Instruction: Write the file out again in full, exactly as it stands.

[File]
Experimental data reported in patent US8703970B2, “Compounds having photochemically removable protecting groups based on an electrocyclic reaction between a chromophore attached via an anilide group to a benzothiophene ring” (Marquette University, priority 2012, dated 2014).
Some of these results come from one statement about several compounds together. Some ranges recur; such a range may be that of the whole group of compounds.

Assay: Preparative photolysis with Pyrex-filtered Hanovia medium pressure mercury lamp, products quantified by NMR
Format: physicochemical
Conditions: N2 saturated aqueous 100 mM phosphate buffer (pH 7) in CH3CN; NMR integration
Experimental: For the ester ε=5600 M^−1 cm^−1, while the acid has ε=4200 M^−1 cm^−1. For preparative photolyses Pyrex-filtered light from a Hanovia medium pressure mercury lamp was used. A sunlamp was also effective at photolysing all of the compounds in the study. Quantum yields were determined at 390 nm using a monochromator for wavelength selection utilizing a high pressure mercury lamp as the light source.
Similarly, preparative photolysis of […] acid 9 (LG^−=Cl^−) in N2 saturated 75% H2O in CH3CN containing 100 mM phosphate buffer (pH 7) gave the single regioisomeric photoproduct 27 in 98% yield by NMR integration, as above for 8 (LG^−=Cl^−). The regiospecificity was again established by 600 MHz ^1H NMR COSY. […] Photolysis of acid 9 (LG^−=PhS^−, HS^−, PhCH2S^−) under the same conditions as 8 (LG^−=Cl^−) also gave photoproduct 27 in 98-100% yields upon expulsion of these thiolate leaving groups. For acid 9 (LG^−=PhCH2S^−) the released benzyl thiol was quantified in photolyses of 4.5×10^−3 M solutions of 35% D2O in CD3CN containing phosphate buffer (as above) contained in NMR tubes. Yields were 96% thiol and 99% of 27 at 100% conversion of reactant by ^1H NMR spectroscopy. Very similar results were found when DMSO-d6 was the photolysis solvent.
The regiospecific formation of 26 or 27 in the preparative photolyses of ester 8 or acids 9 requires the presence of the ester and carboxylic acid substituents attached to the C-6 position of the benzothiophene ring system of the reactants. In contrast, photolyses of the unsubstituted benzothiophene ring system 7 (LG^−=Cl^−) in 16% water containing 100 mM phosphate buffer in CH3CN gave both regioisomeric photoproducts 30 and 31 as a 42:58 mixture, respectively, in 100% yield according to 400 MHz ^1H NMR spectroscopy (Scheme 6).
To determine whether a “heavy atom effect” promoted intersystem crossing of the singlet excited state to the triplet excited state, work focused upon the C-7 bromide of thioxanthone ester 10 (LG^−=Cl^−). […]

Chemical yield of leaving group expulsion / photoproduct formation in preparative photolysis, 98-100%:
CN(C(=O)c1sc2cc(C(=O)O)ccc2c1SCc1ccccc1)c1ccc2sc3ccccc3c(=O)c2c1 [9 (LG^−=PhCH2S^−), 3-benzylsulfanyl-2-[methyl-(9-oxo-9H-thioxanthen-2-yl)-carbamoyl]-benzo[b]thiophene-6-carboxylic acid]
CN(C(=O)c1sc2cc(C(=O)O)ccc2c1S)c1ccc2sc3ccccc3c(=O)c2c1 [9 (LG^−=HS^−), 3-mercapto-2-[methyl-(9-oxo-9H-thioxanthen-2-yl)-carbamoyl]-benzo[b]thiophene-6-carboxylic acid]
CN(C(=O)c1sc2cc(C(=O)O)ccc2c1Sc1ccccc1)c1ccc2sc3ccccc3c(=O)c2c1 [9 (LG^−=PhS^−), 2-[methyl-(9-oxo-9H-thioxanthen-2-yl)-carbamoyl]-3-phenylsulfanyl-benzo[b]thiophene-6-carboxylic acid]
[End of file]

Experimental data reported in patent US8703970B2, “Compounds having photochemically removable protecting groups based on an electrocyclic reaction between a chromophore attached via an anilide group to a benzothiophene ring” (Marquette University, priority 2012, dated 2014).
Some of these results come from one statement about several compounds together. Some ranges recur; such a range may be that of the whole group of compounds.

Assay: Preparative photolysis with Pyrex-filtered Hanovia medium pressure mercury lamp, products quantified by NMR
Format: physicochemical
Conditions: N2 saturated aqueous 100 mM phosphate buffer (pH 7) in CH3CN; NMR integration
Experimental: For the ester ε=5600 M^−1 cm^−1, while the acid has ε=4200 M^−1 cm^−1. For preparative photolyses Pyrex-filtered light from a Hanovia medium pressure mercury lamp was used. A sunlamp was also effective at photolysing all of the compounds in the study. Quantum yields were determined at 390 nm using a monochromator for wavelength selection utilizing a high pressure mercury lamp as the light source.
Similarly, preparative photolysis of […] acid 9 (LG^−=Cl^−) in N2 saturated 75% H2O in CH3CN containing 100 mM phosphate buffer (pH 7) gave the single regioisomeric photoproduct 27 in 98% yield by NMR integration, as above for 8 (LG^−=Cl^−). The regiospecificity was again established by 600 MHz ^1H NMR COSY. […] Photolysis of acid 9 (LG^−=PhS^−, HS^−, PhCH2S^−) under the same conditions as 8 (LG^−=Cl^−) also gave photoproduct 27 in 98-100% yields upon expulsion of these thiolate leaving groups. For acid 9 (LG^−=PhCH2S^−) the released benzyl thiol was quantified in photolyses of 4.5×10^−3 M solutions of 35% D2O in CD3CN containing phosphate buffer (as above) contained in NMR tubes. Yields were 96% thiol and 99% of 27 at 100% conversion of reactant by ^1H NMR spectroscopy. Very similar results were found when DMSO-d6 was the photolysis solvent.
The regiospecific formation of 26 or 27 in the preparative photolyses of ester 8 or acids 9 requires the presence of the ester and carboxylic acid substituents attached to the C-6 position of the benzothiophene ring system of the reactants. In contrast, photolyses of the unsubstituted benzothiophene ring system 7 (LG^−=Cl^−) in 16% water containing 100 mM phosphate buffer in CH3CN gave both regioisomeric photoproducts 30 and 31 as a 42:58 mixture, respectively, in 100% yield according to 400 MHz ^1H NMR spectroscopy (Scheme 6).
To determine whether a “heavy atom effect” promoted intersystem crossing of the singlet excited state to the triplet excited state, work focused upon the C-7 bromide of thioxanthone ester 10 (LG^−=Cl^−). […]

Chemical yield of leaving group expulsion / photoproduct formation in preparative photolysis, 98-100%:
CN(C(=O)c1sc2cc(C(=O)O)ccc2c1SCc1ccccc1)c1ccc2sc3ccccc3c(=O)c2c1 [9 (LG^−=PhCH2S^−), 3-benzylsulfanyl-2-[methyl-(9-oxo-9H-thioxanthen-2-yl)-carbamoyl]-benzo[b]thiophene-6-carboxylic acid]
CN(C(=O)c1sc2cc(C(=O)O)ccc2c1S)c1ccc2sc3ccccc3c(=O)c2c1 [9 (LG^−=HS^−), 3-mercapto-2-[methyl-(9-oxo-9H-thioxanthen-2-yl)-carbamoyl]-benzo[b]thiophene-6-carboxylic acid]
CN(C(=O)c1sc2cc(C(=O)O)ccc2c1Sc1ccccc1)c1ccc2sc3ccccc3c(=O)c2c1 [9 (LG^−=PhS^−), 2-[methyl-(9-oxo-9H-thioxanthen-2-yl)-carbamoyl]-3-phenylsulfanyl-benzo[b]thiophene-6-carboxylic acid]